Common Questions About Symptoms of Bladder Cancer

August 31st, 2011 No comments

The common symptoms of bladder cancer are painful urination, bladder pain, frequent or unproductive urination, and blood in the urine. Blood in the urine can be symptoms of bladder cancer and be obvious red blood or more frequently the urine may appear darker in color, ranging from a slightly rusty color to dark reddish amber resembling tea.

What physician should I see if I am having bladder cancer symptoms?

Depending on how comfortable you are with your family doctor, you can see your them or a urologist (a doctor who specializes in diseases of the urinary tract, including bladder pain and symptoms of bladder cancer.

How are bladder cancer symptoms diagnosed?

Generally a physician will check your overall healthiness and one or more of the following procedures:

o An in depth physical exam that includes checking the abdomen and pelvis for bladder tumors, bladder pain and/or other abnormalities. The doctor may also check for bladder cancer and bladder tumors via a vaginal and or rectal examination.

o Generally your doctor will collect a urine sample for urinalysis. The urinalysis will show blood cells (red and/or white), cancer cells, and other signs of disease such as chemical abnormalities that can be present with symptoms of bladder cancer.

o A common x-ray utilized to show images of the bladder is the intravenous pyelogram (IVP). Dye is injected into a vein and followed as it collects in the urine and travels through the urinary tract and into the bladder. When the dyed urine reaches bladder pain, it will make the symptoms of bladder cancer show up on x-ray. Bladder tumors will be exposed as well.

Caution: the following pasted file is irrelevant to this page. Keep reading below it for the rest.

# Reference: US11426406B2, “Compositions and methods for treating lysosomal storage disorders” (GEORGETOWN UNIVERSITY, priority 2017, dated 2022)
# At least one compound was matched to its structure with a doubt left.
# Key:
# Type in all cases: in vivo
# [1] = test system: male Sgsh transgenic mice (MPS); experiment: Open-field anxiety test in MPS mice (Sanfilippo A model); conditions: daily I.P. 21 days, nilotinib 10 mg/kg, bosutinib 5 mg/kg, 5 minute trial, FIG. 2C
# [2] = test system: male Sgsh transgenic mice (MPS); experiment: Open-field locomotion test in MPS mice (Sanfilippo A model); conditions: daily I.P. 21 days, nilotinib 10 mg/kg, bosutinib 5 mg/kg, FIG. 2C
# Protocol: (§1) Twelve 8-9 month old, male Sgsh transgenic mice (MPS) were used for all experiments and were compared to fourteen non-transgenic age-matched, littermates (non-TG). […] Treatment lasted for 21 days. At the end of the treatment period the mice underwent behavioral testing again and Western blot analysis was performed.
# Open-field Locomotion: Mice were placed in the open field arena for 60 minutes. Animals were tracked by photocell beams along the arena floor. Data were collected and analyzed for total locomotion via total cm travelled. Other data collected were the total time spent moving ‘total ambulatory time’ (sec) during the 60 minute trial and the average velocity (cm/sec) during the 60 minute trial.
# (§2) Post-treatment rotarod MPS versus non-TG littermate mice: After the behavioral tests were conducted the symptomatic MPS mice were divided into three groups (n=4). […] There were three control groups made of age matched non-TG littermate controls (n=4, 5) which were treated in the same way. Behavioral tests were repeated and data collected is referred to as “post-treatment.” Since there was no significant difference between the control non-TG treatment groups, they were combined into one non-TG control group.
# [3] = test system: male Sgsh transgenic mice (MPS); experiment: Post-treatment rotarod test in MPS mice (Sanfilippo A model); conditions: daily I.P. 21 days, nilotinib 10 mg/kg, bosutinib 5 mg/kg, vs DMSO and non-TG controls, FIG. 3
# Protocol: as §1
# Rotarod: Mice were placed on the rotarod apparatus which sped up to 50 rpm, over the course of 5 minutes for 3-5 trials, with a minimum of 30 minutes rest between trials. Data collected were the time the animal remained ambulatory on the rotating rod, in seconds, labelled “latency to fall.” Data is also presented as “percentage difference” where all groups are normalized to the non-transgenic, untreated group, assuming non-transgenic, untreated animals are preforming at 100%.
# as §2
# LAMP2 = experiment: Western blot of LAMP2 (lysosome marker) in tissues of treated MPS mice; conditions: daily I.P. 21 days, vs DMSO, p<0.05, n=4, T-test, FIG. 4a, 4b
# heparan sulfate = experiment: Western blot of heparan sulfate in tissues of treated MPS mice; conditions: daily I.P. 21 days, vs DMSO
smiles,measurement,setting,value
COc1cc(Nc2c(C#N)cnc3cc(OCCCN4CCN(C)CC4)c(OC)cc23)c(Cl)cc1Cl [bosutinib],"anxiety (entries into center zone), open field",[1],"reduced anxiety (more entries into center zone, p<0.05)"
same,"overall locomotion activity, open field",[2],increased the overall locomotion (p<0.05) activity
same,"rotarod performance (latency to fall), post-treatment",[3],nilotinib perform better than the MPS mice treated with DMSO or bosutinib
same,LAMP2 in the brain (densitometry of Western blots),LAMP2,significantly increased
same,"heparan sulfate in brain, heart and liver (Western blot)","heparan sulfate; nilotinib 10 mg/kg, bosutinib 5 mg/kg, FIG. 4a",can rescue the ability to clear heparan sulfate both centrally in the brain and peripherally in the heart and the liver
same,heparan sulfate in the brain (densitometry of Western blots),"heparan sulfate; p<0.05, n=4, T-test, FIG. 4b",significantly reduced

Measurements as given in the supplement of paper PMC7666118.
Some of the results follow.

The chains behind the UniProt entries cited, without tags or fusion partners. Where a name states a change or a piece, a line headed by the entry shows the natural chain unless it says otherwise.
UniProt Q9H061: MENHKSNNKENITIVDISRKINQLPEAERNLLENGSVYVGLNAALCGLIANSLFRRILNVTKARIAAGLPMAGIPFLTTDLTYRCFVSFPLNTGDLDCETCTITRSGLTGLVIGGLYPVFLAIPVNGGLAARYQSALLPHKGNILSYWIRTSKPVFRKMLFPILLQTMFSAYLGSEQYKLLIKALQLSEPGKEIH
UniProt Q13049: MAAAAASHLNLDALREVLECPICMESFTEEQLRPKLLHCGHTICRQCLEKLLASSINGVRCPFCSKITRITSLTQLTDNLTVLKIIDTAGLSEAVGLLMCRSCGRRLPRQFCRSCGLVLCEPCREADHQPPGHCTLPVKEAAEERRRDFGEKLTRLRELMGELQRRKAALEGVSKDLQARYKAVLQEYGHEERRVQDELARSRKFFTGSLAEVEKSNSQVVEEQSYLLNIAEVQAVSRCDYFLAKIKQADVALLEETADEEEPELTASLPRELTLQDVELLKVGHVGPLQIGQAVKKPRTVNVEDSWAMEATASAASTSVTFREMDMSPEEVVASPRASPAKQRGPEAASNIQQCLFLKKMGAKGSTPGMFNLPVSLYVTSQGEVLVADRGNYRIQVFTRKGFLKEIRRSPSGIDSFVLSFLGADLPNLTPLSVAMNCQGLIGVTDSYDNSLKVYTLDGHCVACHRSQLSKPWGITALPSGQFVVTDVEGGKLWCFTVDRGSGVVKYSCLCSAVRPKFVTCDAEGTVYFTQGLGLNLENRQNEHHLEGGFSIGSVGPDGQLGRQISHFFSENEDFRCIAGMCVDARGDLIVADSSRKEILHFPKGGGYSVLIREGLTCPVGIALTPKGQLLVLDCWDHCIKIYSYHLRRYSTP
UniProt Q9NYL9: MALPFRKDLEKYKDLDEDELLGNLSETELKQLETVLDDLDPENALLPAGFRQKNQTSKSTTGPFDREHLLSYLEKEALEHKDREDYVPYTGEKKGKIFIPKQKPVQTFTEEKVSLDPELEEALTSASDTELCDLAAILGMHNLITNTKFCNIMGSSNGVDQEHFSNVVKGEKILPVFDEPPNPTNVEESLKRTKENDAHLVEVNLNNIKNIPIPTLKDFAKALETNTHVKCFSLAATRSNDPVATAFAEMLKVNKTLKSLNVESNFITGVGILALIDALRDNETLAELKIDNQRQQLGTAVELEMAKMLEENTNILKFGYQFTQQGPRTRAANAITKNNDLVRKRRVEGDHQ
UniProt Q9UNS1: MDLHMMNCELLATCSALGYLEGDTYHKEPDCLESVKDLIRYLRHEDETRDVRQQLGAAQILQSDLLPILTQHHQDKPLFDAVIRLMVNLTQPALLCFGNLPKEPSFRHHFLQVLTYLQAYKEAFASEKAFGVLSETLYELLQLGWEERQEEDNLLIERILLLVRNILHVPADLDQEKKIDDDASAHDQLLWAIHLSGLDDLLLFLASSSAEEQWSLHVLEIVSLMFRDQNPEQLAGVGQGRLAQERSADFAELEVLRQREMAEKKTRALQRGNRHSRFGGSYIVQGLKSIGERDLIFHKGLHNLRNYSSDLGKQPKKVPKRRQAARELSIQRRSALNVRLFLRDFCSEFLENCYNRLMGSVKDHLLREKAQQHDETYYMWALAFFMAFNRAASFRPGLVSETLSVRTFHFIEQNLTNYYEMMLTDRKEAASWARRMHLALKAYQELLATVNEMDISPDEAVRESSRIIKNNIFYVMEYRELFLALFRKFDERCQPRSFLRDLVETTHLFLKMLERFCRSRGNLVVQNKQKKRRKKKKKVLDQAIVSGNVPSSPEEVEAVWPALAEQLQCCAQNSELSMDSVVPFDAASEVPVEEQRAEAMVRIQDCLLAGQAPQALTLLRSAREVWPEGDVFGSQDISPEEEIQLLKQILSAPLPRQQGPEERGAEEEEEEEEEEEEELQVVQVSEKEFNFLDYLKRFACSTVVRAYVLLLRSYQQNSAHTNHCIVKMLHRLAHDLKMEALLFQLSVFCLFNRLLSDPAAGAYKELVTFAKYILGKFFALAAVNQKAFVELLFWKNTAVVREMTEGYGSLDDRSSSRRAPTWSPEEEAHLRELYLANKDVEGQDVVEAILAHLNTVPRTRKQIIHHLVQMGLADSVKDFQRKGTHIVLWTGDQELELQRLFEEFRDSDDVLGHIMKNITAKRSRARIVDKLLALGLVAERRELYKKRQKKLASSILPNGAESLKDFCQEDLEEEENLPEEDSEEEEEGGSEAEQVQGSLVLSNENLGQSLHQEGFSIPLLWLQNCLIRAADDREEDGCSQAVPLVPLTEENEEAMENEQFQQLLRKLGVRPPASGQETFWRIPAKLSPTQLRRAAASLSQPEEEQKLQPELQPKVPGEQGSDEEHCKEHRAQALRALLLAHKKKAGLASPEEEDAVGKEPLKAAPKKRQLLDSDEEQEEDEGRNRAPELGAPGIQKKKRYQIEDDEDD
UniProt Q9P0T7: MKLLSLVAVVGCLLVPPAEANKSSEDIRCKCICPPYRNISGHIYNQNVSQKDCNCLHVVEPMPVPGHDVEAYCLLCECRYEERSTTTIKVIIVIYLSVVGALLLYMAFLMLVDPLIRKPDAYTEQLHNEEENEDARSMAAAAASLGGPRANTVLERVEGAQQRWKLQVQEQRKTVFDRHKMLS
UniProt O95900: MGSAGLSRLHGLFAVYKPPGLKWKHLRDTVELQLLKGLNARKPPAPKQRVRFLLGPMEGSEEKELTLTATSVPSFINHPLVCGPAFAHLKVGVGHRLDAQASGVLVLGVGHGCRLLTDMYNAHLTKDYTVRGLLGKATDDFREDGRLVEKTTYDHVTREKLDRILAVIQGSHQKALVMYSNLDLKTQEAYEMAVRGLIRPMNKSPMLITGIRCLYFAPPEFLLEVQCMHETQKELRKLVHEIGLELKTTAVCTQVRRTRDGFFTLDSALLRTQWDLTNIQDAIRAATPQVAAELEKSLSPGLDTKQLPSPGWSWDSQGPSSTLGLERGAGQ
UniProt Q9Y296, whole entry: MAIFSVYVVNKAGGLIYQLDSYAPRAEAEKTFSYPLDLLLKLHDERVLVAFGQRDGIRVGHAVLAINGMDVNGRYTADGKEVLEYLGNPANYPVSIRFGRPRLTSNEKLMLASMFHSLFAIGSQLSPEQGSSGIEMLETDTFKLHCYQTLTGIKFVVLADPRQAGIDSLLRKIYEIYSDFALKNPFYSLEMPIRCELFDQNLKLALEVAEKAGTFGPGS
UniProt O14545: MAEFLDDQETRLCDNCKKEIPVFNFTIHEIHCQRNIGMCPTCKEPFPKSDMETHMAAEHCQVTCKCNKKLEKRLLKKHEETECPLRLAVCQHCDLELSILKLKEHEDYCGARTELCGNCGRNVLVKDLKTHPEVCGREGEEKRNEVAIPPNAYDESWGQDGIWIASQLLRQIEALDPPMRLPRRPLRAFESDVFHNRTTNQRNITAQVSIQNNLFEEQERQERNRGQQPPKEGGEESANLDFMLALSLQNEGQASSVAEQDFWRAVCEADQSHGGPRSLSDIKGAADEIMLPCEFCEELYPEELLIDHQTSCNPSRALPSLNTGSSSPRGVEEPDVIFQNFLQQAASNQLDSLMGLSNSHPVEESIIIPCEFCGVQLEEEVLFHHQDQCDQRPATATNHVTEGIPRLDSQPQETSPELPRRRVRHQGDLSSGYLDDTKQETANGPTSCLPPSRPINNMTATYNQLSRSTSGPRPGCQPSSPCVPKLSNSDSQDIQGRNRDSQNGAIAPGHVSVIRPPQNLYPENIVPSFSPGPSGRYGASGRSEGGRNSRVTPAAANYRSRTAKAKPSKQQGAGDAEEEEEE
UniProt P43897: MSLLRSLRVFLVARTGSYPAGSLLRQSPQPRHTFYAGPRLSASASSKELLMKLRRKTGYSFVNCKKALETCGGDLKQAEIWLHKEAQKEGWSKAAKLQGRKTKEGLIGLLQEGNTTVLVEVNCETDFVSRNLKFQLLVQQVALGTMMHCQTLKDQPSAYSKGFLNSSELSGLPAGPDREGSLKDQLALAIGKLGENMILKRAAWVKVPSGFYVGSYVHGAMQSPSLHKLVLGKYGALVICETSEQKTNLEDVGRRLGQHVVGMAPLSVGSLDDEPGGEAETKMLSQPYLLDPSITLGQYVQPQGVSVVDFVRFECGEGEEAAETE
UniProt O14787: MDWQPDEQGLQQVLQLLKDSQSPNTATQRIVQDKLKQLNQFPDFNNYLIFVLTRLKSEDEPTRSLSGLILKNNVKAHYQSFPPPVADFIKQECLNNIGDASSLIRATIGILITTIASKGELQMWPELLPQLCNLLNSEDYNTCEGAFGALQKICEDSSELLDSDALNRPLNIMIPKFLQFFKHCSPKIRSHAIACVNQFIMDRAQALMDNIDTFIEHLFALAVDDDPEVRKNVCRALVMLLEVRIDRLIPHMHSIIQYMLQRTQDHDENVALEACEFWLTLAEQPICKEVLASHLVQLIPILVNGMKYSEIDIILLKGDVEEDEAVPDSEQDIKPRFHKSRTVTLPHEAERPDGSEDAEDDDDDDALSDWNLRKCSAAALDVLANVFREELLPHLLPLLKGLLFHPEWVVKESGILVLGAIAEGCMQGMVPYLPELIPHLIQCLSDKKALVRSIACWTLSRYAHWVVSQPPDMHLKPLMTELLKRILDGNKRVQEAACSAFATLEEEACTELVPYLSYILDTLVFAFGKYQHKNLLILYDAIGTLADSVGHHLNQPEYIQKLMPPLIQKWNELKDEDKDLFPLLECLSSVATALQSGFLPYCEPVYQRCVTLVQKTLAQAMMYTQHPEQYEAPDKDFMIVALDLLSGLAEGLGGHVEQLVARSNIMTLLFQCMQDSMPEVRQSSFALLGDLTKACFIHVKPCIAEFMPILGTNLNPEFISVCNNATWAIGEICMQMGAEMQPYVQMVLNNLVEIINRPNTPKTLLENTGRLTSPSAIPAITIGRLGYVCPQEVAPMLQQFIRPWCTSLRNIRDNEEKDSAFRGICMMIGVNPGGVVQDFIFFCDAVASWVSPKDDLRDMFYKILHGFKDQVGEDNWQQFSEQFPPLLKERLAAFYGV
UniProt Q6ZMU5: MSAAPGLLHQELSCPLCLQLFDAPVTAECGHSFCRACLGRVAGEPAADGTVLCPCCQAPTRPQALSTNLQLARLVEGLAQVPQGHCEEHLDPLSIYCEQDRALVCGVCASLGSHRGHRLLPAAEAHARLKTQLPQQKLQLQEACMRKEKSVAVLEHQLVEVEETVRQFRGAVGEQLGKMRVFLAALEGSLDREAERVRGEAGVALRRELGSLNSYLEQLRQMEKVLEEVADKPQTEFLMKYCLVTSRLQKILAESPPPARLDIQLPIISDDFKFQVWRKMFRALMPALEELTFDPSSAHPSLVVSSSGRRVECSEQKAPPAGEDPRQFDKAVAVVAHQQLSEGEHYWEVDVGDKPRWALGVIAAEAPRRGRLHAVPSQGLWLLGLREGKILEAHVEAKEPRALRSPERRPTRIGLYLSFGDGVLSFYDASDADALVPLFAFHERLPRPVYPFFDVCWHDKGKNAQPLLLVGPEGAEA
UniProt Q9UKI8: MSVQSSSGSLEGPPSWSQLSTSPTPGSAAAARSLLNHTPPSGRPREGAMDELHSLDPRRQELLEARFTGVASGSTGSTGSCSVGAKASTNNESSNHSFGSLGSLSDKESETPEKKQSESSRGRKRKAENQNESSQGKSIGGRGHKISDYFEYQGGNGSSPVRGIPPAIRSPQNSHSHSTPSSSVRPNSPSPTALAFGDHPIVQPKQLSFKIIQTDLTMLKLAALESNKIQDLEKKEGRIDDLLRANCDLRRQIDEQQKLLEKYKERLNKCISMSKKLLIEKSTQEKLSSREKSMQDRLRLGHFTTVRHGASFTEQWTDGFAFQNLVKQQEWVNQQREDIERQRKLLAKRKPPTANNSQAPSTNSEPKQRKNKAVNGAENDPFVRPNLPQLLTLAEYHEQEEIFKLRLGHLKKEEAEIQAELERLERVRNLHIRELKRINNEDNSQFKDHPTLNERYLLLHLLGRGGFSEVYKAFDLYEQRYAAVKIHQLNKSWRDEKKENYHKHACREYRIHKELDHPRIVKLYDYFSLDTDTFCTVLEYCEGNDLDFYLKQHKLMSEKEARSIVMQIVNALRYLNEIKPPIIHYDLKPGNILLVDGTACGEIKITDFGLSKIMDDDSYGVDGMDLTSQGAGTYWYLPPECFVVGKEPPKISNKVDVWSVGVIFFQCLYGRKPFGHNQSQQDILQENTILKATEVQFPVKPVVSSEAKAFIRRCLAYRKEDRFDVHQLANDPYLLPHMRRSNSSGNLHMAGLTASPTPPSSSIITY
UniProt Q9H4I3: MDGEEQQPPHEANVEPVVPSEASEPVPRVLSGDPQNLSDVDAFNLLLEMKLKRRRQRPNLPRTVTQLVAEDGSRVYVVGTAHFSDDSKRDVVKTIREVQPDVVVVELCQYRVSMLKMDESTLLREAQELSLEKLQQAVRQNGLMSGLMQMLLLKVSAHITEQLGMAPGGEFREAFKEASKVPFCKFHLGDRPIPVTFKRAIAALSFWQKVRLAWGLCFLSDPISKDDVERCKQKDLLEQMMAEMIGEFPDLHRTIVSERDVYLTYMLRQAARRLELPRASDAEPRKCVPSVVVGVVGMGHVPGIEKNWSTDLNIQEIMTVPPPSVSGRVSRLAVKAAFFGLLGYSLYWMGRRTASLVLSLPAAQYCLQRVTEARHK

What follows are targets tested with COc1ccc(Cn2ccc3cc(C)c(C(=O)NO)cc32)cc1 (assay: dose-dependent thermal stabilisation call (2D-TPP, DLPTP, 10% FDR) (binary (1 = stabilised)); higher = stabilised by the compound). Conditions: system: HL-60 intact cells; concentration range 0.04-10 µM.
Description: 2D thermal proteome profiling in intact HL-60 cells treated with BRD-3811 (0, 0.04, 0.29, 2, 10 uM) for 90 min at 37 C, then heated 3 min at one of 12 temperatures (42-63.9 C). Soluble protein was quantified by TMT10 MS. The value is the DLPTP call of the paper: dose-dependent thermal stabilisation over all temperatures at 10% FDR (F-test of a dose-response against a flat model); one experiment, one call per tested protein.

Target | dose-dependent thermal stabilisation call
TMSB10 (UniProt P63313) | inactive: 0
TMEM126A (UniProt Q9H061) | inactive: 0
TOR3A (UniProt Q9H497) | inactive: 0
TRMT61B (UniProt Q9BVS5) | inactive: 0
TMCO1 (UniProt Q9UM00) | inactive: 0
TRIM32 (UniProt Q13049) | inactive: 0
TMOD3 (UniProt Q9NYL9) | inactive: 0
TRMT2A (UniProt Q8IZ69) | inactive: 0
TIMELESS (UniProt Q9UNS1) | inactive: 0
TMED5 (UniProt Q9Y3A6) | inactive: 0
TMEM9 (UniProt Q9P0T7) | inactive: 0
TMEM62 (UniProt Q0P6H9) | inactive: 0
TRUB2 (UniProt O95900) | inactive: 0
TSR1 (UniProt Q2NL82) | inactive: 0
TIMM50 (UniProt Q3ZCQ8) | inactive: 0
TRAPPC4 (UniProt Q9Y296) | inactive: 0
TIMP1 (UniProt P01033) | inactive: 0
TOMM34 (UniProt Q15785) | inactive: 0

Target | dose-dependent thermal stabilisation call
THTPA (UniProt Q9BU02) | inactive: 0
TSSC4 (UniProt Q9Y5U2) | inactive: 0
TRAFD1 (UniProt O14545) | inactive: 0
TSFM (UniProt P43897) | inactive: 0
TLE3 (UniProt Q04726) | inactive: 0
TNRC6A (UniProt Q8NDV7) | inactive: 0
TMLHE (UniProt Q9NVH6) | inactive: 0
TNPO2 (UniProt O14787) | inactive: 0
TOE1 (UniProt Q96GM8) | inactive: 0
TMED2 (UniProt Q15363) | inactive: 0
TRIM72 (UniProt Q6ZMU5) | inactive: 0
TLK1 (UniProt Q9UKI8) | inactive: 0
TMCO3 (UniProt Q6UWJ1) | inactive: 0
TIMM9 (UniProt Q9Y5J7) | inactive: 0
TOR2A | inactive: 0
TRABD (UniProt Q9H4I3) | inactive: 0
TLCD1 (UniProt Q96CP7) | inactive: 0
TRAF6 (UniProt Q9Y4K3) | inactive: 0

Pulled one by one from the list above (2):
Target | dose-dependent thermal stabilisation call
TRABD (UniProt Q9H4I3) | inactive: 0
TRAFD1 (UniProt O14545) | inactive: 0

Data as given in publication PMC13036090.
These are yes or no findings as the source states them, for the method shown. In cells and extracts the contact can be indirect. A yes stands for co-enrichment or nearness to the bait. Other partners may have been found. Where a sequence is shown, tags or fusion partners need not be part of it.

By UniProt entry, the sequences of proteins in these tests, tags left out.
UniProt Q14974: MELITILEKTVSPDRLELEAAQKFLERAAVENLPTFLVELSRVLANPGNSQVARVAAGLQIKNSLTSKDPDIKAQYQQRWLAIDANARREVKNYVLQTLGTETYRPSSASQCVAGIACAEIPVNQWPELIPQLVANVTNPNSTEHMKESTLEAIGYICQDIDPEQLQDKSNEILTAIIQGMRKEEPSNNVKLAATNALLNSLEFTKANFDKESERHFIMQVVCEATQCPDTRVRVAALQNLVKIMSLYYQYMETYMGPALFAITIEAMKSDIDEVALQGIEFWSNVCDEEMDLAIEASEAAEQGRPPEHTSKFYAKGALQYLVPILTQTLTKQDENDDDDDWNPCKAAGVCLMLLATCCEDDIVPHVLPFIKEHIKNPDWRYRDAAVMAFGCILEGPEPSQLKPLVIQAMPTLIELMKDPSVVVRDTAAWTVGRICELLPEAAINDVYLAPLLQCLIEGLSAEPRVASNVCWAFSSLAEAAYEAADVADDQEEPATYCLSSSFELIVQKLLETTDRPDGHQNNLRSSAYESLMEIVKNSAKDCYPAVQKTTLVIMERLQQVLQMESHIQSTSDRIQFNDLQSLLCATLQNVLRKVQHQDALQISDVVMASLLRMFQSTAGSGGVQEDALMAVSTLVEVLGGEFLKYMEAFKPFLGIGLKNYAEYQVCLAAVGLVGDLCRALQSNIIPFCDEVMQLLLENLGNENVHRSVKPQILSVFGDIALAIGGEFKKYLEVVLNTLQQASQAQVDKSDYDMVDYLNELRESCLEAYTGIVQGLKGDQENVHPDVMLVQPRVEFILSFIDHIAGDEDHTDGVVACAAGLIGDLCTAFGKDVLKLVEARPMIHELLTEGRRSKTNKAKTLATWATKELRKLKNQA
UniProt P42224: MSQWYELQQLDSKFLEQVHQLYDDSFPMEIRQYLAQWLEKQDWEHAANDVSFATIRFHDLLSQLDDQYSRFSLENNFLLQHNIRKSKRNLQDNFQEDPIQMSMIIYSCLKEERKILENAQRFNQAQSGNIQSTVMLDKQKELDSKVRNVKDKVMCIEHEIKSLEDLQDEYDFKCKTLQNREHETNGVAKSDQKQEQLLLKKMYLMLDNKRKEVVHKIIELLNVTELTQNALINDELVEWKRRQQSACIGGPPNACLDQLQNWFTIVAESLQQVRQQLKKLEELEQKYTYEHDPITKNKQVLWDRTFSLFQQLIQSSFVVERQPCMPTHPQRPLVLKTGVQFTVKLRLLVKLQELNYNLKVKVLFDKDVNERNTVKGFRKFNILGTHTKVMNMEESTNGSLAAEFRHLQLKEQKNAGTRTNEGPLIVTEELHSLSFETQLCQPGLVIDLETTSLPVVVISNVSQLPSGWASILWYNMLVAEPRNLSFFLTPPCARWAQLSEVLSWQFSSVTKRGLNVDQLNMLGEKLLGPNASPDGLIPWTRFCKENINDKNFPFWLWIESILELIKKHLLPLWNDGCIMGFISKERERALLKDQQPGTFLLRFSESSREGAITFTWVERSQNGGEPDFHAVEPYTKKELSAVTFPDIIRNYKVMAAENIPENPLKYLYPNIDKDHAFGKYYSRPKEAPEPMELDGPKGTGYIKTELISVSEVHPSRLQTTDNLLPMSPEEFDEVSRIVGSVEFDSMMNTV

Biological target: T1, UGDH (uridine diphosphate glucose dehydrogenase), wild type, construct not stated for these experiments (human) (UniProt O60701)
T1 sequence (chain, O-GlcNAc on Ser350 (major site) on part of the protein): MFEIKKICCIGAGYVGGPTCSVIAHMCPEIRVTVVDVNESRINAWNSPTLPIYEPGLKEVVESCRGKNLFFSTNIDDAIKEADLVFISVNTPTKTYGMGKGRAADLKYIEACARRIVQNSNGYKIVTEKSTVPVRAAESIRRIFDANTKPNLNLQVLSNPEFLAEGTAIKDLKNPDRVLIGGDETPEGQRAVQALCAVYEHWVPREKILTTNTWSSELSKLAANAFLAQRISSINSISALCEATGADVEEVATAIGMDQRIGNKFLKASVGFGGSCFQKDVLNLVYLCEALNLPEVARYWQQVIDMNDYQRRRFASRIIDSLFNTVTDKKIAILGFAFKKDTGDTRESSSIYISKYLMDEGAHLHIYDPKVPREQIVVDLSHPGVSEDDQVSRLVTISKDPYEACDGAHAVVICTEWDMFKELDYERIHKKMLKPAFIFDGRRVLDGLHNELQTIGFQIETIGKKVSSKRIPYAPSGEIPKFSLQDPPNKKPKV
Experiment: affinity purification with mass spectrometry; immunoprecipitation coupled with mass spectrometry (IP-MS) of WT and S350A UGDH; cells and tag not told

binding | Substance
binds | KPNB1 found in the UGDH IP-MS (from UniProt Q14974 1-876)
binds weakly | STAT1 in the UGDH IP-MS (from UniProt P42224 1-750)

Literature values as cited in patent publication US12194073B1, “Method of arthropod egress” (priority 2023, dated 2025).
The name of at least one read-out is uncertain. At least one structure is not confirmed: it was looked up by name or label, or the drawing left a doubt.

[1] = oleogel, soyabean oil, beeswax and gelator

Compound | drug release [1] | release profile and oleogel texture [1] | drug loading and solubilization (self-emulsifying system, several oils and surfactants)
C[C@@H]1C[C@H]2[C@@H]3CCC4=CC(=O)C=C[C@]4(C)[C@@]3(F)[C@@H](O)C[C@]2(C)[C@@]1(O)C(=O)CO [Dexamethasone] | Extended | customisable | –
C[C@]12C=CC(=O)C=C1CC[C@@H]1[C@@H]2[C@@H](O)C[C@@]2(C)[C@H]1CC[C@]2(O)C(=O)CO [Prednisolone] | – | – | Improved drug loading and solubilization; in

o An urologist may perform a minor outpatient surgery called a cystoscopy. A small tube with a light at the tip (cystoscope) is inserted into the bladder by way of the urethra (urinary opening). The doctor is then able to view the symptoms of bladder cancer from the other end of the tube. A doctor can see any abnormalities such as a bladder tumor or bladder cancer. Cystoscopy is also used to stage bladder tumors by collecting a tissue sample and examining it under a microscope (this is called a biopsy). With the use of micro-instruments, small tumors or even bladder cancer can sometimes be removed allowing diagnosis and treatment at the same time.

How do you tell how severe a bladder tumor is?

Once your doctor had performed the tests necessary to diagnose bladder cancer symptoms as cancerous, they will need to determine how severe your cancer is. The only positive way to confirm bladder cancer symptoms are cancer is with a biopsy. With other tests, a doctor may be reasonably sure, but not positive. One component of a biopsy is the staging (extensiveness) of a bladder tumor. There are five stages of symptoms of bladder cancer:

o Stage Zero: The least extensive stage – The cancer cells are only in the surface of the inner lining of the bladder.

o Stage One – Cancer cells are found in the deep inner lining of the bladder but have not invaded the bladder muscle.

o Stage Two – Cancer cells have spread to the bladder muscle.

o Stage Three – Cancer cells have spread to through the bladder muscle to the surrounding tissue. This may include the prostate (in men) and uterus or vagina (in women).

o Stage Four – Bladder cancer cells have spread and invaded the abdomen or pelvic walls. Cancer cells may now be present in the lymph nodes, lungs, and other surrounding organs. This is the most extensive stage.

How are symptoms of bladder cancer treated?

Depending on the extent and type of bladder cancer you have will determine what treatment options are available to you. Early detection is the key to successful treatment. Consult your doctor immediately for symptoms of bladder cancer if you have them.

Need more advice on symptoms of bladder cancer? Visit our website at symptom-diagnosis.com to find expert advice, reviews and great information on a range of symptom diagnoses, including the PMS Symptoms.